Skip the navigation

Microsoft unveils first OS for portable navigation devices

Adds Web-friendly features to GPS handhelds

By Dan Nystedt
June 17, 2008 12:00 PM ET

IDG News Service - Microsoft Corp. today introduced its first embedded operating system for portable devices that use GPS and maps to get people where they want to go.

Windows Embedded NavReady 2009 is aimed at companies building handheld electronic navigation devices and includes several features to make them Web-friendly, such as easy connections to online services and the Internet, as well as links to mobile phones via Bluetooth, and to Windows-based PCs.

The aim of the new operating system is to spread the popularity of portable navigation devices (PND) by adding or enhancing new features such as Internet connectivity and services. PNDs are among the hottest electronic devices this year.

Microsoft included Live Search in the new operating system to help people find points of interest on their devices, similar to Microsoft's Live Search Maps service.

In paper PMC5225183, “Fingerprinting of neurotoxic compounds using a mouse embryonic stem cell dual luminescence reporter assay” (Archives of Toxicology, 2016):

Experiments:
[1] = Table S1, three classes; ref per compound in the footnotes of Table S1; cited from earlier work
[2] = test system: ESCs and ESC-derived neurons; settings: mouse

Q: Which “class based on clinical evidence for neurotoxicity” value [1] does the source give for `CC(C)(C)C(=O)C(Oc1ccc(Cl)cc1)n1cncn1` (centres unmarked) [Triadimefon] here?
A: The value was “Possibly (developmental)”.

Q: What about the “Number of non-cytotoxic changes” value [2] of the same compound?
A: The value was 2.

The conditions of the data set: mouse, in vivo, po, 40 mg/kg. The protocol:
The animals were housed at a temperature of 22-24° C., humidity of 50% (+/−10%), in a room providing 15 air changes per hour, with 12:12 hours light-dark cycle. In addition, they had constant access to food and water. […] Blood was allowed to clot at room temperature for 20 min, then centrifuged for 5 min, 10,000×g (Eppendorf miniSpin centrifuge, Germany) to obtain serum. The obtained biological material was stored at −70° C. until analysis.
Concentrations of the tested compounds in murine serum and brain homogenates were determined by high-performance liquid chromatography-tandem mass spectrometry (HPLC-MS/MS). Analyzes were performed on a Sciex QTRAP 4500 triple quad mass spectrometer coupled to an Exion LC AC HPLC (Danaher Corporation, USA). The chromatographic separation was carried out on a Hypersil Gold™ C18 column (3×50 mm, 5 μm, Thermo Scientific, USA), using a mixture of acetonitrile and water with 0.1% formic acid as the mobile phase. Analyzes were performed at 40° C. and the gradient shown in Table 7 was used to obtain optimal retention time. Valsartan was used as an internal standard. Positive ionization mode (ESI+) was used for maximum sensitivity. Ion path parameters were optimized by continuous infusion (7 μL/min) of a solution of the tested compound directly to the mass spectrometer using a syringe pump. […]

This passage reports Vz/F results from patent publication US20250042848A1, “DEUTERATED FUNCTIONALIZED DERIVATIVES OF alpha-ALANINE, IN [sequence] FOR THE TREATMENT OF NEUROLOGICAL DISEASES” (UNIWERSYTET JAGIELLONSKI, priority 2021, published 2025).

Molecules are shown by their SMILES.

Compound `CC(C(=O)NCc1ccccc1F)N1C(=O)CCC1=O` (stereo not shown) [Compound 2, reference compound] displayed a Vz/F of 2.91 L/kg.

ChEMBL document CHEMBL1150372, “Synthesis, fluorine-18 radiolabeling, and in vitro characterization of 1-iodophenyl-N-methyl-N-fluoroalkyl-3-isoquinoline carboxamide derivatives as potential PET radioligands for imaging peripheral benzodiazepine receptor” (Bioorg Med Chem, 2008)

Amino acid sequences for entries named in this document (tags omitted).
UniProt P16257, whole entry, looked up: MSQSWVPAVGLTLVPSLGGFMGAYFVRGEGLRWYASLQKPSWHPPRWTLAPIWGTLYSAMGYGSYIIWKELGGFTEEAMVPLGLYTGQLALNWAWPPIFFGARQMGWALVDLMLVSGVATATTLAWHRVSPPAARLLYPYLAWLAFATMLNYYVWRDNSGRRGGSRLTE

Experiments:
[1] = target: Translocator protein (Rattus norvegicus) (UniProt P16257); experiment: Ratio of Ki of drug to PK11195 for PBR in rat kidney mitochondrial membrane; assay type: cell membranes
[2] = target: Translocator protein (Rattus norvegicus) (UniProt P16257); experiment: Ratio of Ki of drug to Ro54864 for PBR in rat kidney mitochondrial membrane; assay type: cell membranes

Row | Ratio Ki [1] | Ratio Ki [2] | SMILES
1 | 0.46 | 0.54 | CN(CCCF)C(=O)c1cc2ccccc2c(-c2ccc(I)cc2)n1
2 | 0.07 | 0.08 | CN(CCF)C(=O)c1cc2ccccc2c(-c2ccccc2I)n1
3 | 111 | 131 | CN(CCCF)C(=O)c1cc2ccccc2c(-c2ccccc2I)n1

People whose mobile phones contain Bluetooth technology will be able to pair them with new NavReady 2009-based PNDs for hands-free phone book access, audio and video remote control, and dial-up networking, and for making hands-free phone calls and data connections.

The operating system also syncs to MSN Direct for updates on traffic conditions and gas prices, Microsoft said.

The operating system also allows navigation devices to be used as secondary display screens for many mobile PCs using the Windows Vista operating system with a Microsoft technology called SideShow. Users may be able to connect their PND to their laptop and access information from the device without having to boot up.

The operating system is based on Windows Embedded CE, which has been around for more than a decade.

Taiwan's Mio Technology plans to use Windows Embedded NavReady 2009 in its next line of Mio GPS devices. The name of Microsoft's new operating system also works well for Mio. The company bought the handheld business of New Zealand company Navman last year. Earlier this year, Mio stopped using the Navman name in most markets, except for a few places where the name is strong, including Australia, New Zealand, Spain and the U.K.

Mio said it expected Windows Embedded NavReady 2009 to help it create and deliver new products faster.

Reprinted with permission from Story copyright 2014 International Data Group. All rights reserved.
Our Commenting Policies